MY Story with Confucius Institute

When i was lucky enough to visit China, I was sixteen years old and had never been farther away from home than Western Europe. I took part in a Hanban-sponsored trip run through the UCC Confucius Institute which involved one hundred Irish transition year students flying half way around the world to visit Shanghai for two weeks. I was lucky enough to return a year later on the same trip. I can honestly say that these experiences were some of the most impactful and profound of my life and influenced my decision to study World Language in UCC years later.


Hopping off the plane in Shanghai Pudong International Airport was when the culture shock began, I felt as though I couldn’t blink or I’d miss something. Seemingly mundane things like sprawling apartment complexes and huge dual carriageways were suddenly captivating my attention, and the two hour bus ride from the airport to the campus housing slipped by me in what seemed like minutes. We got settled in to our dorms on the Yanchang campus of Shanghai University fairly quickly, and so began a fortnight of new experiences. Everyday we would wake up, go to class and then participate in a host of cultural activities. Visiting Suzhou’s silk factory, Hangzhou’s pogoda, bargaining at Han City and enjoying the talents of the Circus World. Every morning I would enjoy a different flavour of bāozi, cabbage or pork or red bean, have lunch in one of the restaurants lining the streets near the university and explore the campus and surrounding areas at night.


One thing I noticed was how safe I felt. Shanghai has a huge police presence which was noticeable even from my short stay. Walking back to the dormitory each night, I felt at ease in well-lit streets. For such a large and busy city, I felt comfortable and relaxed walking alone or at night. Cleaners sweep the city for rubbish keeping it clean and tidy.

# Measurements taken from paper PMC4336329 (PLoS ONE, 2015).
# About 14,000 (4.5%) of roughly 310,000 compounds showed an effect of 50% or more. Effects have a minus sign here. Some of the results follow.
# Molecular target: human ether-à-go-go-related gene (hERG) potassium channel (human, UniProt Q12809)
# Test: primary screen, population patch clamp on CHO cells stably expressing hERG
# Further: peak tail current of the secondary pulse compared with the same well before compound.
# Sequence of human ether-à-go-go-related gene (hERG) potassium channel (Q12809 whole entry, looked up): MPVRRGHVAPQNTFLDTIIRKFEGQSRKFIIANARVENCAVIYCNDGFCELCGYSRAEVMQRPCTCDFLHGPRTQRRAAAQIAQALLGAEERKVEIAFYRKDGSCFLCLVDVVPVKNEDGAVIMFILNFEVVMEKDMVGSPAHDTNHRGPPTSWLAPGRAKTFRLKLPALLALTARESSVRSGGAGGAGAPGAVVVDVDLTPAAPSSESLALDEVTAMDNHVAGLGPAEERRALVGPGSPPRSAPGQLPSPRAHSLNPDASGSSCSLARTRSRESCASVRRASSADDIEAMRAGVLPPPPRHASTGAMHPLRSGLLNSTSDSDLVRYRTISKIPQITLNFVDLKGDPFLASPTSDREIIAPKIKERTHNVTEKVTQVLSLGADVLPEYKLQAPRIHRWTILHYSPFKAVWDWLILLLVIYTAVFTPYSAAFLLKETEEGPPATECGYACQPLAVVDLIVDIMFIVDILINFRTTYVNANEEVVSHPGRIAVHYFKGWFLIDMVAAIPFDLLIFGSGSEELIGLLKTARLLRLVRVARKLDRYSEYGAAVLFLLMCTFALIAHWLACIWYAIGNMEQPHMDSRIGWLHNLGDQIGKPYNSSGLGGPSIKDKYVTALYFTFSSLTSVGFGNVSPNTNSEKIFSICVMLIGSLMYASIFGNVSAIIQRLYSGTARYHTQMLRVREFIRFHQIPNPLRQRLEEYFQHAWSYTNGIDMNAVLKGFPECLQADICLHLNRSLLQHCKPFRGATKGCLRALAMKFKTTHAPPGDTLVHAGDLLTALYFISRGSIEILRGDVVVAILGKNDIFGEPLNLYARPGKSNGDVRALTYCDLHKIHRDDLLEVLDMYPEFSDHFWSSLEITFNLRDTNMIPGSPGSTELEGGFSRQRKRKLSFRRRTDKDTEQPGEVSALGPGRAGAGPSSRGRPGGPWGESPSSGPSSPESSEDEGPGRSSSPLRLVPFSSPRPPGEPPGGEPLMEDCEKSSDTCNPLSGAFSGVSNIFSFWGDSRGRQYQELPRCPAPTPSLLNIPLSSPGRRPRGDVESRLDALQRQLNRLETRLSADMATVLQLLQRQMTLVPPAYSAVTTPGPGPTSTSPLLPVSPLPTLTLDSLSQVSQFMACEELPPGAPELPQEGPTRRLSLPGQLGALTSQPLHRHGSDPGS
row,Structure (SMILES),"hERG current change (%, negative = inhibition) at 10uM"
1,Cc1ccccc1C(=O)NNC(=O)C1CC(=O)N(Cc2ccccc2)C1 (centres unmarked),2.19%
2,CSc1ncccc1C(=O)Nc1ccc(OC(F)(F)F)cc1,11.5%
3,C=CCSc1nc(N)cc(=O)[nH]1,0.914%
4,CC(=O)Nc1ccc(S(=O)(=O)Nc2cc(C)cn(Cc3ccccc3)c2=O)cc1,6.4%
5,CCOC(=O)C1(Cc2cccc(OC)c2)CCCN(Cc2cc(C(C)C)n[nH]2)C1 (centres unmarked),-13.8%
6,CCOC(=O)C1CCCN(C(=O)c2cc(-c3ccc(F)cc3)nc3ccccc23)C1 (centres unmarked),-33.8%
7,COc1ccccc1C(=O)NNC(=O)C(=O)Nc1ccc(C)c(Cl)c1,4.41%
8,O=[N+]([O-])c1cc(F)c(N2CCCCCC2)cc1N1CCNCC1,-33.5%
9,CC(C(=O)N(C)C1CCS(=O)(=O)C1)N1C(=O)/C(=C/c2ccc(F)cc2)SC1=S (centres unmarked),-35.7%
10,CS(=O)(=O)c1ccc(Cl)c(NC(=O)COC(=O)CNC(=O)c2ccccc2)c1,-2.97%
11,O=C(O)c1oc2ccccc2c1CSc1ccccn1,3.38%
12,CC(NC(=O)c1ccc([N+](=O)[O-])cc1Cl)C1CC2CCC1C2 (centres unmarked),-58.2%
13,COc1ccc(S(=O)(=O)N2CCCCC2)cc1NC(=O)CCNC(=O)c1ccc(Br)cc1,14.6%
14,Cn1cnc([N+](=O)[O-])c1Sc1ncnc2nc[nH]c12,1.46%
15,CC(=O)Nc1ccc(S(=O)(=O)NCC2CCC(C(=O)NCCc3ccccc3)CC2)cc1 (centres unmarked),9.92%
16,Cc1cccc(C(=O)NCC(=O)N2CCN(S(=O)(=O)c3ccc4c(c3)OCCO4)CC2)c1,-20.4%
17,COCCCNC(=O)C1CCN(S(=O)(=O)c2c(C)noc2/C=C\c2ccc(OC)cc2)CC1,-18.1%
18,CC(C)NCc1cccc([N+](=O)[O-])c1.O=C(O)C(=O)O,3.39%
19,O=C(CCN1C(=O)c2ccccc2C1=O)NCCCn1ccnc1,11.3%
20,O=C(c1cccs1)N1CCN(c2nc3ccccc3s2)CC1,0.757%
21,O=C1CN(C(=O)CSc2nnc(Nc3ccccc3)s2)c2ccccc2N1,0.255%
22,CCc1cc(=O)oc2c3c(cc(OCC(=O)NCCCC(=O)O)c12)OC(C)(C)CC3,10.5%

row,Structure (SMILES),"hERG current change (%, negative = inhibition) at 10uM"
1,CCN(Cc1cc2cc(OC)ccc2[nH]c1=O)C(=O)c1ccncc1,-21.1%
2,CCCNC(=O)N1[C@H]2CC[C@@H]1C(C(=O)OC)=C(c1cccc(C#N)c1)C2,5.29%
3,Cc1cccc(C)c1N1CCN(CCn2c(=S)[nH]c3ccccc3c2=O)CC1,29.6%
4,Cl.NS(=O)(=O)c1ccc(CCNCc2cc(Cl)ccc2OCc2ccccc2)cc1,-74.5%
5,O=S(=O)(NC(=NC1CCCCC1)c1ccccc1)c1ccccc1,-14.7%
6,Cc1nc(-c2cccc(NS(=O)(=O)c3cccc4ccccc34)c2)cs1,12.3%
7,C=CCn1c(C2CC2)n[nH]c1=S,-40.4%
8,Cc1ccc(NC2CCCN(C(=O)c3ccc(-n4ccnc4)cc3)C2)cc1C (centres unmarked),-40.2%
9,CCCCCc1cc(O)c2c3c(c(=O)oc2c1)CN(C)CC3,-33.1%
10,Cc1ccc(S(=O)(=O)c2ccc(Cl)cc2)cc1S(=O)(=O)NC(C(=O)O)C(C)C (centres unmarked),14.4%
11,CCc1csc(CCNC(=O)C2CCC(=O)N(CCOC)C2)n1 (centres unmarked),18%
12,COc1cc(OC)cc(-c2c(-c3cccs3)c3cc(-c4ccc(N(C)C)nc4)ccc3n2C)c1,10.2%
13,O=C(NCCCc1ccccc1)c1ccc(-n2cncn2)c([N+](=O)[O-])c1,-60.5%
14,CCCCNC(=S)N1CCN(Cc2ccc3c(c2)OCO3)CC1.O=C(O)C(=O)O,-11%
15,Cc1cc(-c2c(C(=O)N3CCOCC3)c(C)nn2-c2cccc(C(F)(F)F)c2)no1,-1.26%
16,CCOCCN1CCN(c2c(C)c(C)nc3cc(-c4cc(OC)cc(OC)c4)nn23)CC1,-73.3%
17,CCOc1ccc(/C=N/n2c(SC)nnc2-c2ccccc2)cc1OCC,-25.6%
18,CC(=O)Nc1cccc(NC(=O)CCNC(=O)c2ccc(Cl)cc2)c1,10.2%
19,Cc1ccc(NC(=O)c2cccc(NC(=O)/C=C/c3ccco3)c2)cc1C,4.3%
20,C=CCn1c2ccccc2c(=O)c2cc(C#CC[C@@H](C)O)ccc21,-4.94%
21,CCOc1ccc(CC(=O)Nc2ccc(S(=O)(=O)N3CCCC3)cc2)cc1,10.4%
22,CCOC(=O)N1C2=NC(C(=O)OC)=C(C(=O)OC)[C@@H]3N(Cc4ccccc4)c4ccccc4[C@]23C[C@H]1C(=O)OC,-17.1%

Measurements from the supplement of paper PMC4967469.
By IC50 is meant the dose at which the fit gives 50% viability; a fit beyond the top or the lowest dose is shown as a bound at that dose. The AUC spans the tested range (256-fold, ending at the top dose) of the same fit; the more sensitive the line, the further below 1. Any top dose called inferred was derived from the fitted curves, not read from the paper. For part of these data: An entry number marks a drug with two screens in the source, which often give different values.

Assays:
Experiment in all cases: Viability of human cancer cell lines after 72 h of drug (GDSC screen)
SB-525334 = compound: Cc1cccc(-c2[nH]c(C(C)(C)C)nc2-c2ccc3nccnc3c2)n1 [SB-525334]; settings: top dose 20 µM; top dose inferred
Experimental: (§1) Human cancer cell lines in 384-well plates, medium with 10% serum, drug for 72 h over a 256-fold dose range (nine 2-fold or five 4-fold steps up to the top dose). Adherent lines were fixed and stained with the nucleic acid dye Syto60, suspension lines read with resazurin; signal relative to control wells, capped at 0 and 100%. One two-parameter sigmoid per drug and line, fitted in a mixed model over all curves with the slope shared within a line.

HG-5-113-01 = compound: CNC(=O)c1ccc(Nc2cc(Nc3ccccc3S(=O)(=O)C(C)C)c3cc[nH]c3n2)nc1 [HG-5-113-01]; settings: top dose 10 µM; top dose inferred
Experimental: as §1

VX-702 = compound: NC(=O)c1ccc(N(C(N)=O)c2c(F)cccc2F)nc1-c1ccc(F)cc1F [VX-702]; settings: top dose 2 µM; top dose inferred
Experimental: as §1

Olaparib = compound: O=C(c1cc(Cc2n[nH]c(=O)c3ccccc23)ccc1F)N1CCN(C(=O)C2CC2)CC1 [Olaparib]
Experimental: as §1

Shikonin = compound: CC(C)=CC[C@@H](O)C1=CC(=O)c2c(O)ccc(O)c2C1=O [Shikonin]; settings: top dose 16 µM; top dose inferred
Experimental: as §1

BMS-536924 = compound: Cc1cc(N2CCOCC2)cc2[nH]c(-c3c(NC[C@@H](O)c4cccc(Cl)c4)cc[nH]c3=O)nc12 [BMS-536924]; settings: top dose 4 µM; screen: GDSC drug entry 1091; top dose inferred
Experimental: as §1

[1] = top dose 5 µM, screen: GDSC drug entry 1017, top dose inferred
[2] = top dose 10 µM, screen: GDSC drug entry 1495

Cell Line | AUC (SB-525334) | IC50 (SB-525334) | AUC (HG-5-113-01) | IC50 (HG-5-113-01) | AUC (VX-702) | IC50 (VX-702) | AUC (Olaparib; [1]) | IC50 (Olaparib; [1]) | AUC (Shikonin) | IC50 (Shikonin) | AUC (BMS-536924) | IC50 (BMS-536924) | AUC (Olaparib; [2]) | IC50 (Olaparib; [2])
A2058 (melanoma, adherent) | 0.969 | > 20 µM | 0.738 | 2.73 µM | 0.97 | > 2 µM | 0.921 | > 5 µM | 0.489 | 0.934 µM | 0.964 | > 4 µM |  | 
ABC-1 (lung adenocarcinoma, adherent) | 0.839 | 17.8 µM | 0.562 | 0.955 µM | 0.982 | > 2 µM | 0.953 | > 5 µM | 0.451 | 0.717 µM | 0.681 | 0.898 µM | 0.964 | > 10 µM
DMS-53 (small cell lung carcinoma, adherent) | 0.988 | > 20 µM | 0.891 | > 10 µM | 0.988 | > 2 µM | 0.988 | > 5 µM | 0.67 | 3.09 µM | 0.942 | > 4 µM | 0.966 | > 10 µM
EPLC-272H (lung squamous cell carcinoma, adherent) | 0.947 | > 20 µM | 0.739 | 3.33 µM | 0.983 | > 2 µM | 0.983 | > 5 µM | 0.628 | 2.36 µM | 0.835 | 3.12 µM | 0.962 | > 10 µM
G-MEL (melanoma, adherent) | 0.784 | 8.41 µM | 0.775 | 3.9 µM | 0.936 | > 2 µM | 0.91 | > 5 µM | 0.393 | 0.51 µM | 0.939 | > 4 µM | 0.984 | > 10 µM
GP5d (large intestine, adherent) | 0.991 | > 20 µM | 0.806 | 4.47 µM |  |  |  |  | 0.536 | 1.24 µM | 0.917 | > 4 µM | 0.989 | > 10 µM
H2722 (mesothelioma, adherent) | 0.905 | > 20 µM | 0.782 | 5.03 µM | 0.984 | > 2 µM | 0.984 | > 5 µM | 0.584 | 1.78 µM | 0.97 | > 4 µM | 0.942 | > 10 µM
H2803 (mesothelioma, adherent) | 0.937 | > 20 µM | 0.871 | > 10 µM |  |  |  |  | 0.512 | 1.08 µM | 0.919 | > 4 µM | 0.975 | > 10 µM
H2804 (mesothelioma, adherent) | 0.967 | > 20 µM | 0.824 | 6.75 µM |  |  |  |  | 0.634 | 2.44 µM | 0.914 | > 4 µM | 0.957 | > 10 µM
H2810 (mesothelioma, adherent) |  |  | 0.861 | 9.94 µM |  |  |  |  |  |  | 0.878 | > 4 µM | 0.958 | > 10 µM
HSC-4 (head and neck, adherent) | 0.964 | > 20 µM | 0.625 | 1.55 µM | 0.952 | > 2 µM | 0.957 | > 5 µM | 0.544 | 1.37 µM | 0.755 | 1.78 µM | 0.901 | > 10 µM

Another factor which made my time in China memorable was the friendliness of the people I met. Everyone I met went above and beyond to make our visit unforgettable and enjoyable.


A particular memory that I'll never forget from my time in China happened when I was alone, in Daning Plaza close to the campus trying to order an ice cream in a shop. My rudimentary Chinese wasn’t enough to convey what I wanted and to my relief a server who spoke English came to my rescue. In a matter of minutes she had taken off her apron, came around the counter and invited me to have lunch with her. I was blown away by how kind and welcoming she was to a complete stranger. She brought me to a little restaurant and picked out dishes she thought I would enjoy. In the hour I spent with her she told me about herself, taught me about Chinese meal-time customs and then walked me back to my dormitory. This made me feel really at home in Shanghai, even in such a big city, with a population much bigger than Ireland’s, there could still be personal connections.